Cycle touring Australia – highlights & logistics



Now that we are chilling in Darwin, I thought I would use this opportunity to write about some of the logistics and highlights of cycling in Australia. When I was researching our trip, I always found these kind of posts useful and interesting.

 Cycle touring in Australia has been overall awesome. Here are some of the pros and cons we have found while on the road.



Finding the small roads and having them almost to ourselves, especially places like the Bonang highway. Rail trails in Victoria. The variation in scenery and climate. The people; from cooked dinners, home invites, helping with directions, gifts of food, water and beer, Australians have been way more generous then I expected. Free camping is mostly really easy and this is what we did the vast majority of the time. Country pubs often let you camp for free, provided you buy a beer or two. The space and lack of people (even though it is high season) in the outback was brilliant.


The cost. Australia is expensive, even if you live here. Most of our daily budget was spent on food. In the north of the country, especially in remote areas the prices are extortionate at times with little variety. Wifi. Basically crap or non existent outside of major cities. I have found better wifi in Asia. The distances off the highway into places of interest can be quite large, especially in the north. So you really need time or be willing to hitchhike, take a bus or miss out.

 Although there are obvious pros and cons of cycling in Australia, I would still recommend it to anyone. There are always going to be up and down sides to every country.


 Maps and stuff: To find our way through Australia we have used a variety of different approaches. We have a big map of all the states, which we use as a rough guide. Through NSW we have picked up free Cartascope maps from different regions, which have more details. The google maps bike app can be useful too, although it’s a little unreliable and clunky at times. The i phone map app has actually been very helpful as we can see where we are and how far things are away. And for finding secret bush land we might be able to hide in. Unfortunately it doesn’t have the bike app and tends to choose main roads. By far the best navigational tool is local knowledge. This has been invaluable.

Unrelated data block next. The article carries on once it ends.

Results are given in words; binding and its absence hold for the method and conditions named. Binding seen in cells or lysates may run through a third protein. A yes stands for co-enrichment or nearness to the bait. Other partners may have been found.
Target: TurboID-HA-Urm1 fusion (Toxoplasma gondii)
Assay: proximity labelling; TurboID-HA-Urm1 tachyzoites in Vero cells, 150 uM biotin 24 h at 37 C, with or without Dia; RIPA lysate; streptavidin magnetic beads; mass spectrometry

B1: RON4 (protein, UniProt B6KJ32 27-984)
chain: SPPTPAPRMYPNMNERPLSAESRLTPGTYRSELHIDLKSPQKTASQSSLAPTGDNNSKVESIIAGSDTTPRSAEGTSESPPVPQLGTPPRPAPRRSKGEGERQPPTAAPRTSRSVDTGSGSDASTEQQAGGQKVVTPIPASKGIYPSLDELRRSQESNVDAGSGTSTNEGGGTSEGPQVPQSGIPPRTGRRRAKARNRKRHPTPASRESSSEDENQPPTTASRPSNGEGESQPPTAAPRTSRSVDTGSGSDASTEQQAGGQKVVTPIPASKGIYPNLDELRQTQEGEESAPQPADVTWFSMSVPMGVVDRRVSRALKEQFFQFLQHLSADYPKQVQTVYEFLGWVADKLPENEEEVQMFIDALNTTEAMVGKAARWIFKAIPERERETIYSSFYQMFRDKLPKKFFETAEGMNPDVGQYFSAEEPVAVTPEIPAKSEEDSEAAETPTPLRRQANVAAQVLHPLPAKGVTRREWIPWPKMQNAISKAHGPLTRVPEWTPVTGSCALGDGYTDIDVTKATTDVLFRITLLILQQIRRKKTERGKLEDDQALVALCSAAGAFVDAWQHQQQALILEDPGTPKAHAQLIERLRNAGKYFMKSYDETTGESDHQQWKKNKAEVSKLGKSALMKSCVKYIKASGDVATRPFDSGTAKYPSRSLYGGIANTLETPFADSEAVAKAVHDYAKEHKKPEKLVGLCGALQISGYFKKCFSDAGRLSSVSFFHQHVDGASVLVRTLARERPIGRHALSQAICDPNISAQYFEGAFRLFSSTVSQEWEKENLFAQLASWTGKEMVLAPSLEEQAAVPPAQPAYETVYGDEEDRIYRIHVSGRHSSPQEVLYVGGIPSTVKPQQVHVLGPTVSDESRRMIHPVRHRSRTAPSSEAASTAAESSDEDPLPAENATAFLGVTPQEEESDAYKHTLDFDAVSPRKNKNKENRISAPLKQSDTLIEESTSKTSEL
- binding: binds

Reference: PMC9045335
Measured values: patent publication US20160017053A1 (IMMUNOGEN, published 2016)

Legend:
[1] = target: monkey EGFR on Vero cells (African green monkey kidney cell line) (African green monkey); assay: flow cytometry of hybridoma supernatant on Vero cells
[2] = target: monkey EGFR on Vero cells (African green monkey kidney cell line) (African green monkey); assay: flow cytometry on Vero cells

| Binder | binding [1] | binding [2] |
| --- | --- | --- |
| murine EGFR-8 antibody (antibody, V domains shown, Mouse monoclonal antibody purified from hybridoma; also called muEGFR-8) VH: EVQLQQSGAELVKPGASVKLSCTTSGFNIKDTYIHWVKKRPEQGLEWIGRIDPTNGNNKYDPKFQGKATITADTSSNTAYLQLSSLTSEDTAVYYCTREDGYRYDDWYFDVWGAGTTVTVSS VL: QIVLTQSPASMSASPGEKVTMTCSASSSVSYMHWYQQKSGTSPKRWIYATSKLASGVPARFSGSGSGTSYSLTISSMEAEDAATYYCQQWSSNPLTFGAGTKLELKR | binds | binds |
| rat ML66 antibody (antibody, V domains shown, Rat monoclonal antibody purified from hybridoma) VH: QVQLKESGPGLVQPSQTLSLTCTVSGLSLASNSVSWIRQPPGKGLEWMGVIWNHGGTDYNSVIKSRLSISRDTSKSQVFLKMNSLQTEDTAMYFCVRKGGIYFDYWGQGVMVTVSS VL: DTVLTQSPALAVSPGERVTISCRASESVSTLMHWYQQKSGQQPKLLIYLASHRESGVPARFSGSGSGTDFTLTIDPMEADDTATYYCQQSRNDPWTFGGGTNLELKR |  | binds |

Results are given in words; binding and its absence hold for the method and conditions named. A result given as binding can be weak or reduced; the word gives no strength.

Staying the night: If we paid for every night in Australia we would be looking at double to triple of what our budget is now. Even an unpowered site can cost up to $30 in a caravan park and hostels around $25-30 each.  So mostly we free camp. This is fairly simple in a big country like Australia and bikes are easy to hide. We use bush land at the outskirts of towns, national parks, state forests, recreational reserves. This is where the i phone map app is often helpful in navigating us to the green, which is usually a park or forest, sufficient for a hiding a tent. Often putting your tent up after dark and taking it down just before light avoids any busy bodies that might tell you off when you are stealth camping in a reserve or park.  For washing we usually have a river or the ocean. When we need a break from the tent we use couchsurfing and warmshowers. Couchsurfing for those who don’t know is an international organization of people who offer up their ‘couches’ or spare rooms to other travellers, for free. It’s built on mutual trust, cultural exchange and a shared philosophy about travel and life. Everyone who is part of it has a profile on the internet and from this you choose who you want to stay with. Once you have stayed with someone or they have stayed with you, you leave them a positive or negative reference and this builds reputation and trust. We had several couchsurfers stay with us in Melbourne and met some truly awesome people. Now that we are on the other end of the experience we are having an amazing time surfing couches. To be invited to share someone’s life for the night, to cook food, drink wine and exchange stories is really a heart warming way to experience travel. We always feel revitalised after a night of couchsurfing. Warmshowers is the equivalent to couchsurfing but for touring cyclists. It’s smaller but equally as excellent with the added bonus of being able to get information from local cyclists.